Letters - Thursday, July 15, 2021
Investment in HGV training is needed
As we are seeing a shortage of skills in many industries and areas, it is the ideal time for government investment in training such important skills.
High on the agenda should be the highly skilled HGV drivers required.
To drive a HGV requires a great deal of skill and courage, as to take these huge vehicles on the road with trailers behind is not only skilful but a great responsibility, not only for their own safety but that of the general public, whether road users or careless pedestrians.
Seeing them manoeuvre these monsters through congested towns and roads, with cars parked on either side, is amazing. It is skilful and should be seen as a very necessary part of workforce in the UK.
Likewise, perhaps it is time we took pride, as do the Italians, when serving in a restaurant.
They show charm, courtesy and are helpful and polite – sometimes lacking in our own staff.
This is another area where training could be applied.
One doesn’t need a degree to work in such industries, but they are important.
People should recognise their worth and give them the high regard they deserve.
I was alarmed to read that the Government’s solution to a shortage of lorry drivers to transport foods and goods is to increase their working hours.
Given those available to work are presumably already doing their maximum hours to make up with the shortfall, giving tired and overworked drivers yet more work seems to me to be a recipe for potential disaster.
The Government say driver safety must not be compromised but these very measures seem to be doing exactly that.
It is not fair on other road users or the drivers themselves and the consequences could very well be disastrous, given fatigue is often a common factor in road accidents.
You need to have word with yourself
I’m very fortunate that over the past few days or more I have not had to ‘unfriend’ anyone from social media.
Fortunately over the past few years I have made a concerted effort to disassociate/unfriend myself from a number of characters who deep down held racist views or have hypocritical hidden racist agendas.
I feel much better mentally and physically by not having ill informed, ignorant people in my life anymore or debating with them .
Harry Redknapp a man of the people who has superlative knowledge of football both as a player and manager nailed on Monday morning on BBC Radio 4 about the UEFA final last Sunday.
Anyone who wants to slag off these gifted, generous and inspirational young football players need to have a word with themselves. They were simply very unlucky scoring penalties whilst playing under an unimaginable amount of pressure.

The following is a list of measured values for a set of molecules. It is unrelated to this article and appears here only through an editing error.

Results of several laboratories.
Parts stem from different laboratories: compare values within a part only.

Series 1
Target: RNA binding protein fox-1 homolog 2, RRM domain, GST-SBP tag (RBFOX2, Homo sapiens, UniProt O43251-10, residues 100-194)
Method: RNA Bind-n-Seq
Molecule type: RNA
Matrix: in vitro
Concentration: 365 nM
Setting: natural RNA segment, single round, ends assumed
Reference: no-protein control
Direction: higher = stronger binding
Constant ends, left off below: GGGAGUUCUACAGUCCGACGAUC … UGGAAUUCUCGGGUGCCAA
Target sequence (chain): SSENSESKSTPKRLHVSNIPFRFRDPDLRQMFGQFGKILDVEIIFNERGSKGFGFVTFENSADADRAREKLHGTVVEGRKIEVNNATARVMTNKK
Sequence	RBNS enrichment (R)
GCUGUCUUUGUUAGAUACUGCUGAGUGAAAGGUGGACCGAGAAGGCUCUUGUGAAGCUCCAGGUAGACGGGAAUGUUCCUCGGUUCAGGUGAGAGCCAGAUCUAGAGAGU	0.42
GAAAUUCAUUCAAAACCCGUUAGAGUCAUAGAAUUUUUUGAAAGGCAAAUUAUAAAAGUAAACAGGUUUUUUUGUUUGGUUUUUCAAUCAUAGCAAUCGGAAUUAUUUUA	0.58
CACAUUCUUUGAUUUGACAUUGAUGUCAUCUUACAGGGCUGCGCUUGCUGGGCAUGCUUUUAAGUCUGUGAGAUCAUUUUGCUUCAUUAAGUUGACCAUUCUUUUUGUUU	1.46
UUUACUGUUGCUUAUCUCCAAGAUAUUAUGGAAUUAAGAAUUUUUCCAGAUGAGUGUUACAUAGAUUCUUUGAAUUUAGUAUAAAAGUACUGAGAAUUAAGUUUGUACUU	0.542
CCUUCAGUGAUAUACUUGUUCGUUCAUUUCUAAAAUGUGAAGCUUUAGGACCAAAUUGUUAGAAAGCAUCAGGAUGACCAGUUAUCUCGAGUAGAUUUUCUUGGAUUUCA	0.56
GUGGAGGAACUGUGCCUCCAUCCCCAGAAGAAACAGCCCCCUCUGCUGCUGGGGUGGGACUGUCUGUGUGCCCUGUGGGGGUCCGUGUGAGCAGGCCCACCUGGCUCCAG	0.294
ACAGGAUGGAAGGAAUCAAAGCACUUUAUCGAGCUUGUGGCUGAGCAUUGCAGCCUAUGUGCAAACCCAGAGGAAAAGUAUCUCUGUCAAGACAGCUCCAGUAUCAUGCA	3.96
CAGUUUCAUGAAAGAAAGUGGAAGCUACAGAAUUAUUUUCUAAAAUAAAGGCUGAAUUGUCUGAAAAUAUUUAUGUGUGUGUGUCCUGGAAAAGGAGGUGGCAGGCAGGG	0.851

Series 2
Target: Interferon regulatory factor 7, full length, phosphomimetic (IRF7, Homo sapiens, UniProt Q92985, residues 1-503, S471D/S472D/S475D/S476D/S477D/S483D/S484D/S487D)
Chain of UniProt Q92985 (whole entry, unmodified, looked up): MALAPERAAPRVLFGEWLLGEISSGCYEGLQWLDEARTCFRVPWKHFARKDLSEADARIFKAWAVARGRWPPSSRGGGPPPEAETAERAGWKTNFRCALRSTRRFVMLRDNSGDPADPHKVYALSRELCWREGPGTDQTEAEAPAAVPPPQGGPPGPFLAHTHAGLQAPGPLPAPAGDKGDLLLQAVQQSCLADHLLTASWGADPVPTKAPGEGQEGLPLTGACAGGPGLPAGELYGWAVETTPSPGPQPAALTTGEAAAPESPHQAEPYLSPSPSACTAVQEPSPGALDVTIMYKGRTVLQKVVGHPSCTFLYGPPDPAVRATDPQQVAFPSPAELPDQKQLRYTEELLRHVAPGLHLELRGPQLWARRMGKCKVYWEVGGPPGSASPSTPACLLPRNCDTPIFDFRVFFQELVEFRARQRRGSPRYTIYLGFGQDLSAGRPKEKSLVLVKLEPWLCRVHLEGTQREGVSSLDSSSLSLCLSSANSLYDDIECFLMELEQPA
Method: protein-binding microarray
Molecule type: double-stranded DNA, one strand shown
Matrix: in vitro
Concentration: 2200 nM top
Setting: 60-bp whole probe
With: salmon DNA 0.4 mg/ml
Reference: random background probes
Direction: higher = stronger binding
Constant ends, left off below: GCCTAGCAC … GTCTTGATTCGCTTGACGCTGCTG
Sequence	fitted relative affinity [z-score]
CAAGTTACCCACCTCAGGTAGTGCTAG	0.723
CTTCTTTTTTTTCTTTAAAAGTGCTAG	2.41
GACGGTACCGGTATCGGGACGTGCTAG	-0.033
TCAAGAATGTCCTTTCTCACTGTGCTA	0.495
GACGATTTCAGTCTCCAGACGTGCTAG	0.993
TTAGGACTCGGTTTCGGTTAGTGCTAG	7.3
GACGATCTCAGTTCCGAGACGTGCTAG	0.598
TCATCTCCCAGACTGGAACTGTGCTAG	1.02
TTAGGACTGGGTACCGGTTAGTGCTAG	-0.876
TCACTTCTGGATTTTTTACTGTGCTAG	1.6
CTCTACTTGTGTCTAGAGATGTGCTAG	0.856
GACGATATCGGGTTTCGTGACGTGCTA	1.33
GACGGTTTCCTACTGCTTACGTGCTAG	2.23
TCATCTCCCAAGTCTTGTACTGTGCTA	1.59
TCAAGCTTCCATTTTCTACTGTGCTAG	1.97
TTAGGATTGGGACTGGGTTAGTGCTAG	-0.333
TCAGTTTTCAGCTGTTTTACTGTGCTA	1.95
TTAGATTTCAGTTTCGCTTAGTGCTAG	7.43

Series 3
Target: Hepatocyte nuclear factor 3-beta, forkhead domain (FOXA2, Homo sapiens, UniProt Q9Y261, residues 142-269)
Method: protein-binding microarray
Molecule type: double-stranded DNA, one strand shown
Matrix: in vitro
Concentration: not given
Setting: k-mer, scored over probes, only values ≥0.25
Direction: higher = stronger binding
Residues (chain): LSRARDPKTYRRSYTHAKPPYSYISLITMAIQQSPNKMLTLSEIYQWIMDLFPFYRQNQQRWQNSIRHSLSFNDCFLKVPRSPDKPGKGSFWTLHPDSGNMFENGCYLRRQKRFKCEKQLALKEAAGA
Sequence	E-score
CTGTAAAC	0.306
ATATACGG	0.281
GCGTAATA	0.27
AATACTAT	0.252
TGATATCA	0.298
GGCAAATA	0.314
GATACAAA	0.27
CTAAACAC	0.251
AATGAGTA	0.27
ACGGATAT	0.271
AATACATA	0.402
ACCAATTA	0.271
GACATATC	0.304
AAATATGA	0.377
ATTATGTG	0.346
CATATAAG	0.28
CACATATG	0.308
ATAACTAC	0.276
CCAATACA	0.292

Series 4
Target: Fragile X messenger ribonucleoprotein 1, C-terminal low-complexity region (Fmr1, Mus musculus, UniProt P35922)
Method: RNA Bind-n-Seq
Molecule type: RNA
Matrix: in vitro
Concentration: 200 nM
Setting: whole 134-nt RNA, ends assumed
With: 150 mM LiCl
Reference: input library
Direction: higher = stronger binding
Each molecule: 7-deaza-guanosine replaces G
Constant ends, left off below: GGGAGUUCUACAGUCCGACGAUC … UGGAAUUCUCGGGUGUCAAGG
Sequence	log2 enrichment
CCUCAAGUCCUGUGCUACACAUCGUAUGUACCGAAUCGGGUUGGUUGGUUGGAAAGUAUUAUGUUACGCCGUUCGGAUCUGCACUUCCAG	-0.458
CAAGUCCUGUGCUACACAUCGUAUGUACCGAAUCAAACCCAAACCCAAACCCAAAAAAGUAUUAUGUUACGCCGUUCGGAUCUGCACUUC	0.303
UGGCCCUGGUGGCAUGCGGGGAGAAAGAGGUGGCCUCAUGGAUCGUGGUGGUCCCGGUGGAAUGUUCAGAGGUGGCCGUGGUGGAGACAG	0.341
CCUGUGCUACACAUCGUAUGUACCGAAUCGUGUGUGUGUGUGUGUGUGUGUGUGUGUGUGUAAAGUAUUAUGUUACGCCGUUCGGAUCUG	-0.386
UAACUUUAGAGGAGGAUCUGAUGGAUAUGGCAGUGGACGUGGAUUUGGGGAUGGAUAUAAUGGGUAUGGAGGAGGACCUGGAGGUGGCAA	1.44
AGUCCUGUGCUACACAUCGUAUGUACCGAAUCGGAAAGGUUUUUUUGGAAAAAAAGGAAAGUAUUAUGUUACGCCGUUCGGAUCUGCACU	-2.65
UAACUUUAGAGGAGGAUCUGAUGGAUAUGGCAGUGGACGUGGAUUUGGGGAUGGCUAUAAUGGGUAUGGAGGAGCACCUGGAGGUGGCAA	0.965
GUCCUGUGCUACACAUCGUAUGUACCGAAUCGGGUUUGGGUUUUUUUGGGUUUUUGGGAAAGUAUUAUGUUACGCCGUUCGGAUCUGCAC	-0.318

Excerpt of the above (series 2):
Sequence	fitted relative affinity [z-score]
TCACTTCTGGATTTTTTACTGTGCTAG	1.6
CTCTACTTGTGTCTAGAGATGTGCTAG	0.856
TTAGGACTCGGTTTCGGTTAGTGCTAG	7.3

Instinctively, it is less likely for a person to act like a vulgar racist when a black doctor or fire fighter is saving your life or rescuing your loved ones in an emergency.
Euros tainted by fans’ behaviour
Whilst the England team and management have performed admirably throughout the Euros, reaching the first major tournament final in 55 years and only falling at the final hurdle, I am afraid the moronic fans have failed to reflect the high standards our team set.
From booing the National Anthem of Denmark at the semi-final to one imbecile trying to distract and blind their keeper Kasper Schmeichel at the Kane penalty with a laser gun.
Accompanied with the chanting of controversial songs, is it not surprising that UEFA have punished the FA for this ill discipline?
Matters reached a crescendo with feral behaviour on Wembley Way and things turned even more sinister when more then 1,000
ticketless hooligans, many with cans of lager in their hands, broke through barriers.
They smashed gates off their hinges, stormed the stadium, created chaos and an atmosphere of high tension between spectators, and left stewards helpless.
Needless to say Covid checkpoints and guidelines were clearly ignored.
If matters could not get worse, we hear that three of our young black players have been subjected to racial abuse on social media.
These half-wits have caused our country massive embarrassment and there must be an almighty sigh of relief from the rest of the footballing world in the knowledge that the competition will be held in Germany in four years’ time.
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